Soon after Jay Pande was diagnosed with cerebral palsy at nine months, his parents quickly started familiarizing themselves with current CP research. His mom, Poonam, and his dad, Girish, are both pharmaceutical scientists, so their attitude toward treatment reflected their clinical backgrounds. “We have always approached the treatment of my CP with a focus on data and evidence, both from my own experience and that of our network of medical providers and other families,” said Jay of his childhood. After trying various interventions, Jay and his family eventually settled on a steady, diversified diet of standard and aquatic physical therapy, as well as an “extensive home program of stretching and exercise.” This approach has been particularly effective in maintaining Jay’s flexibility and walking ability, but Jay and his parents are faithful only to what works: “We continually adjust our treatment strategy as we observe functional limitations or opportunities for improvement,” said Jay.
As Jay made his way through the school system of his home state, North Carolina, he found it increasingly difficult to keep up with the demands typically faced by students. He’d always been academically inclined, especially favoring math and science, but general fatigue, motor delays, and visual processing issues meant that he had additional needs that weren’t being met. Jay pointed to the Closing the Gap Conference, which he and his parents attended in Minnesota in 2010, as a real turning point. “I was able to see examples of assistive technology, and I had a much better idea about what technology I needed to be successful,” said Jay. Just like he and his parents arrived at his therapy regimen, it was a matter of figuring out what Jay needed to thrive, and then fine-tuning from there. The process was far from easy—like so much else in advocacy work, it was nonstop trial and error—but the family’s efforts have allowed Jay to excel.
Jay Pande, graduate of Duke, is a 2nd year PhD student in computer science at North Carolina State University. He hopes to use technology to help people with disabilities be successful in academic settings.
Jay’s hard work earned him a spot in Duke University’s class of 2020, where his course of study, computer science, was directly influenced by his experiences with CP. “I chose to major in computer science because I was very cognizant of how technology has enabled my academic and professional success,” he said. As a current 2nd-year PhD student in computer science at North Carolina State University, Jay plans to build upon this interest by creating new technology to empower disabled people to be successful in academic settings. When I asked him about his research, he responded, “I’m interested in how natural language processing, and especially automatic speech recognition, can support universal design and level the playing field for people who struggle with writing, typing, or interacting with a computer during learning activities.” It’s hard not to see this research interest as resulting directly from the assistive technologies that aided his early academic pursuits.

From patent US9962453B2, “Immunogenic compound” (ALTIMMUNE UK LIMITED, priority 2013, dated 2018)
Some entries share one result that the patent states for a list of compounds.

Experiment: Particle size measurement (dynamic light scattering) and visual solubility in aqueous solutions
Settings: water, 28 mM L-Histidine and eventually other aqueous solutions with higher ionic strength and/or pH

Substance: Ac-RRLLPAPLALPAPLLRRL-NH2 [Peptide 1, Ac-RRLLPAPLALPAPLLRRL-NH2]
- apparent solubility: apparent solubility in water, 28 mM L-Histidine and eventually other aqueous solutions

Jay Pande prepares to go to the Disability:IN conference in Chicago in 2019.
Despite a demanding course schedule—computer science is notoriously work-intensive—Jay also managed to also remain active in local disability advocacy communities during his undergraduate years. By the time he was a sophomore at Duke, he was president of the Duke Disability Alliance (DDA), a student organization promoting accessibility and inclusion of people with disabilities in the Duke community. One of his duties included organizing DDA’s annual Disability Pride Week. He also played a key early role in advocating for an on-campus space for students with disabilities. “I feel very proud that I, along with the other students I worked with, made the Duke community a more welcoming place for people with disabilities,” he said. Likewise, Jay is on the advisory committee of the AAAS-sponsored Working Group for Students and Professionals with Disabilities. About his involvement with the organization, Jay said that he’s “excited by the insight the working group continues to provide into how to increase the participation of people with disabilities in Science, Technology, Engineering and Mathematics (STEM).”
Jay has also remained active in the larger CP community, particularly CP Research Network. His family first became involved with the organization after his mom attended a 2017 CP Research Network meeting in Chicago, and since then, Jay has made it a point to attend the CP Research Network webinars and participate in studies. In Spring 2021, he also participated in network’s MENTOR program. “I really appreciate how these experiences have helped me feel connected to other people with CP and have shown me that I am not alone in striving to be as healthy as possible while living a fulfilling life,” said Jay.
When we asked Jay why he values collaborating with the CP Research Network, he talked about the uncertainty he felt regarding how CP would affect his life as he aged. For a long time, CP was thought of as a condition restricted to childhood and adolescence, and the CP Research Network has worked to change that perception. “CPRN is doing great work to improve our collective understanding of CP,” said Jay. “I am hopeful that, in the future, I’ll have less uncertainty about the best ways for me to stay in good health.”
And so it is fitting that, in some sense, Jay’s PhD research will focus on a similar topic: how to improve the lives of people with disabilities. He expects to remain in academia after his PhD and continue researching technological innovations which ensure equitable access to education for people with disabilities. He still has a lot of work to do to make these formative plans a reality, but with young researchers and advocates like Jay, the CP community is in excellent hands.